The latest data from Searchland, the development site sourcing specialists, has revealed that the proportion of planning applications being approved after appeal, having initially been rejected, sat at just 18% in 2022, the lowest level seen in the last five years.
Searchland analysed the number of planning applications submitted on an annual basis, what proportion were initially rejected before being appealed and the success rate of these appeals.
The research shows that in 2022, 73,515 planning applications were rejected across the UK versus 560,591 that were approved.
There are a number of reasons that may result in a planning application being rejected. These include loss of privacy due to the invasion of a neighbouring property, or loss of light, with the impact on surroundings often playing a crucial role in the rejection process.
You may also have your application rejected for environmental reasons, such as the protection of trees, or natural wildlife habitats.
It may be that the materials chosen for your development are hazardous, that your proposal restricts road access, or there are wider safety concerns such as air pollution.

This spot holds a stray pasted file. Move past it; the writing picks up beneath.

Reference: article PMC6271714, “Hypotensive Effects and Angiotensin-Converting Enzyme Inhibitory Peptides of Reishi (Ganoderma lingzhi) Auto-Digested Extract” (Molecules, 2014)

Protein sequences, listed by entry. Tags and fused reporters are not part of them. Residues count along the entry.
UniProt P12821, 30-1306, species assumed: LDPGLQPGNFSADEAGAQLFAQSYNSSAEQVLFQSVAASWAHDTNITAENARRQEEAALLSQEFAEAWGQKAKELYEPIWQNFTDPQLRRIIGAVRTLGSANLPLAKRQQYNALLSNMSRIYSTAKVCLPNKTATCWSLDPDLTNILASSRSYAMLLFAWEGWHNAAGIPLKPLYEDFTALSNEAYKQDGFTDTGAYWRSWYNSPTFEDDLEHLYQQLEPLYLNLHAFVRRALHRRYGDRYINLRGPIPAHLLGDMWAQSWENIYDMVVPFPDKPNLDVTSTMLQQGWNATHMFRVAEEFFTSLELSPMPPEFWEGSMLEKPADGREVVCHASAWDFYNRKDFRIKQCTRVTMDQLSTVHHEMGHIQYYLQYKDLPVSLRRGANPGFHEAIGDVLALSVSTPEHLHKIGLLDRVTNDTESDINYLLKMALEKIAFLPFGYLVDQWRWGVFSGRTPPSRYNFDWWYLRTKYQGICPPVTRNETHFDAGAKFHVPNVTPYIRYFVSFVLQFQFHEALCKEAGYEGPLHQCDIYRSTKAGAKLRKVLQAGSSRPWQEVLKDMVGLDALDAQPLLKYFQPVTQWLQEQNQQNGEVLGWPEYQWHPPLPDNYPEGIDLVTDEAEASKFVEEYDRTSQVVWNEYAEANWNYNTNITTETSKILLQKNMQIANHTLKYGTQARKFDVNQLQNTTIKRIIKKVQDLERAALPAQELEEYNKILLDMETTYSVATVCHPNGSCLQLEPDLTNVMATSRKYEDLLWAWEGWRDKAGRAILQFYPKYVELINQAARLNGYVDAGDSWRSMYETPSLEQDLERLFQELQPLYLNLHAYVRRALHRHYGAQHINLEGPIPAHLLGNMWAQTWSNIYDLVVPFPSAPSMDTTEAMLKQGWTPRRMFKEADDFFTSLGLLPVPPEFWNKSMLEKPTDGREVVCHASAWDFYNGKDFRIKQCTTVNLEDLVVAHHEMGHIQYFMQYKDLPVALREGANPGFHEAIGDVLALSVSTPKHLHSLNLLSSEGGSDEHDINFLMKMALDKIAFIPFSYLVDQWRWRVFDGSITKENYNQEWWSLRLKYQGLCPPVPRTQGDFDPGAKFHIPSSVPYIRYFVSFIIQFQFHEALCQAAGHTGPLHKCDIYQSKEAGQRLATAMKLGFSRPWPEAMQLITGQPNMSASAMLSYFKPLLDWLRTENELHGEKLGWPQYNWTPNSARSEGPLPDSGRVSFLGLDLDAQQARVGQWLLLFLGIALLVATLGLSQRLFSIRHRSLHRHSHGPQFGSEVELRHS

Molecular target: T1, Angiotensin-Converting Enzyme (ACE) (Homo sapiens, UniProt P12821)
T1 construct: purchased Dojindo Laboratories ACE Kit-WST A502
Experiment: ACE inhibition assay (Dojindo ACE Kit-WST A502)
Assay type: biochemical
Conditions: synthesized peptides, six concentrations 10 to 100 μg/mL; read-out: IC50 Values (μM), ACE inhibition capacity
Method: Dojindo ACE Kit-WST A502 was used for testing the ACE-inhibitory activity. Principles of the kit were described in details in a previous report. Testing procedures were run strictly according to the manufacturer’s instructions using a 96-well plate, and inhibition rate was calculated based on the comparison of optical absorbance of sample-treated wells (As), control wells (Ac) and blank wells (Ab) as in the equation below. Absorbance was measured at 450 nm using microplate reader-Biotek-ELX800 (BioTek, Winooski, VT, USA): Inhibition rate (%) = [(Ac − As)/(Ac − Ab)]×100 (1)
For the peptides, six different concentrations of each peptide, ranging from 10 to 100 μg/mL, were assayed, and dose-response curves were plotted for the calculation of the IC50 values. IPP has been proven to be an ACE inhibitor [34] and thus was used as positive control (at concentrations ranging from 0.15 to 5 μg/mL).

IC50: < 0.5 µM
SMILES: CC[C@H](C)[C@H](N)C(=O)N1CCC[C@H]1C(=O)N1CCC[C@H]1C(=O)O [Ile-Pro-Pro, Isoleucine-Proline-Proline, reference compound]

Rejections are also common for those looking to develop listed buildings as they require additional, specific consents and planning controls.
The good news is that, should your application be rejected, you are able to appeal this decision. In such a case your options are to submit a revised planning application by meeting in the middle and addressing the concerns raised, or to appeal the decision outright.
However, the figures from Searchland show that opting to appeal in the current market may be a tougher task than in previous years.
Of the 73,515 planning applications that were rejected last year, 2,210 were appealed, accounting for 3% of all rejected applications. However, just 392 of these appeals were successful, with the original decision being overturned, a success rate of just 18%.
This is the lowest success rate seen in the last five years, falling from 28% the previous year and down from a peak of 30% seen in 2020.
Co-founder and CEO of Searchland, Mitchell Fasanya said, “There are a myriad of reasons why a planning application may be rejected and these range from some of the more basic considerations such as encroachment on a neighbouring property, to the more complex such as the use of particular materials or wider environmental concerns.
In most cases, these issues should have been ironed out prior to the application being made, however, there is an opportunity to address any concerns raised and reapply by way of appeal.
However, our figures show that in the current landscape, the chances of overturning a rejected application are the lowest they have been in the last five years, with less than one in five appeals being successful.”